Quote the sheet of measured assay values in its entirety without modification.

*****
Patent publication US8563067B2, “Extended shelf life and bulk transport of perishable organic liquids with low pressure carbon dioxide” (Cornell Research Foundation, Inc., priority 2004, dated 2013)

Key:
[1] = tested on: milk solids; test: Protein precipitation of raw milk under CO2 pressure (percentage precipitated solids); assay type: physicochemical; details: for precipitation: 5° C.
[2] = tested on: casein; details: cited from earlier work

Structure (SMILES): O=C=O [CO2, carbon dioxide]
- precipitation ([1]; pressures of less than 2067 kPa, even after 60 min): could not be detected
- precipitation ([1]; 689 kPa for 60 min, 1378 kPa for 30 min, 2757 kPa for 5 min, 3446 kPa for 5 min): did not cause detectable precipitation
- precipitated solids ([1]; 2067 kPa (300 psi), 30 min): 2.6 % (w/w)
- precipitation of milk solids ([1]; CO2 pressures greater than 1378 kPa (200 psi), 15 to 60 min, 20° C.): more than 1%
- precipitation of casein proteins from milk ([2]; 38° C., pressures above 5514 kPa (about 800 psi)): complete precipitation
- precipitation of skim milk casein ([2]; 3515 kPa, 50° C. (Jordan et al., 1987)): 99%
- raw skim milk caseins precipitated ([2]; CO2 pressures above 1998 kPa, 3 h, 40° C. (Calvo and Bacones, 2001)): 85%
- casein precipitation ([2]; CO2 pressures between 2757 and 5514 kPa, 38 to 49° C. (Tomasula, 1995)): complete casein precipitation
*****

Patent publication US8563067B2, “Extended shelf life and bulk transport of perishable organic liquids with low pressure carbon dioxide” (Cornell Research Foundation, Inc., priority 2004, dated 2013)

Key:
[1] = tested on: milk solids; test: Protein precipitation of raw milk under CO2 pressure (percentage precipitated solids); assay type: physicochemical; details: for precipitation: 5° C.
[2] = tested on: casein; details: cited from earlier work

Structure (SMILES): O=C=O [CO2, carbon dioxide]
- precipitation ([1]; pressures of less than 2067 kPa, even after 60 min): could not be detected
- precipitation ([1]; 689 kPa for 60 min, 1378 kPa for 30 min, 2757 kPa for 5 min, 3446 kPa for 5 min): did not cause detectable precipitation
- precipitated solids ([1]; 2067 kPa (300 psi), 30 min): 2.6 % (w/w)
- precipitation of milk solids ([1]; CO2 pressures greater than 1378 kPa (200 psi), 15 to 60 min, 20° C.): more than 1%
- precipitation of casein proteins from milk ([2]; 38° C., pressures above 5514 kPa (about 800 psi)): complete precipitation
- precipitation of skim milk casein ([2]; 3515 kPa, 50° C. (Jordan et al., 1987)): 99%
- raw skim milk caseins precipitated ([2]; CO2 pressures above 1998 kPa, 3 h, 40° C. (Calvo and Bacones, 2001)): 85%
- casein precipitation ([2]; CO2 pressures between 2757 and 5514 kPa, 38 to 49° C. (Tomasula, 1995)): complete casein precipitation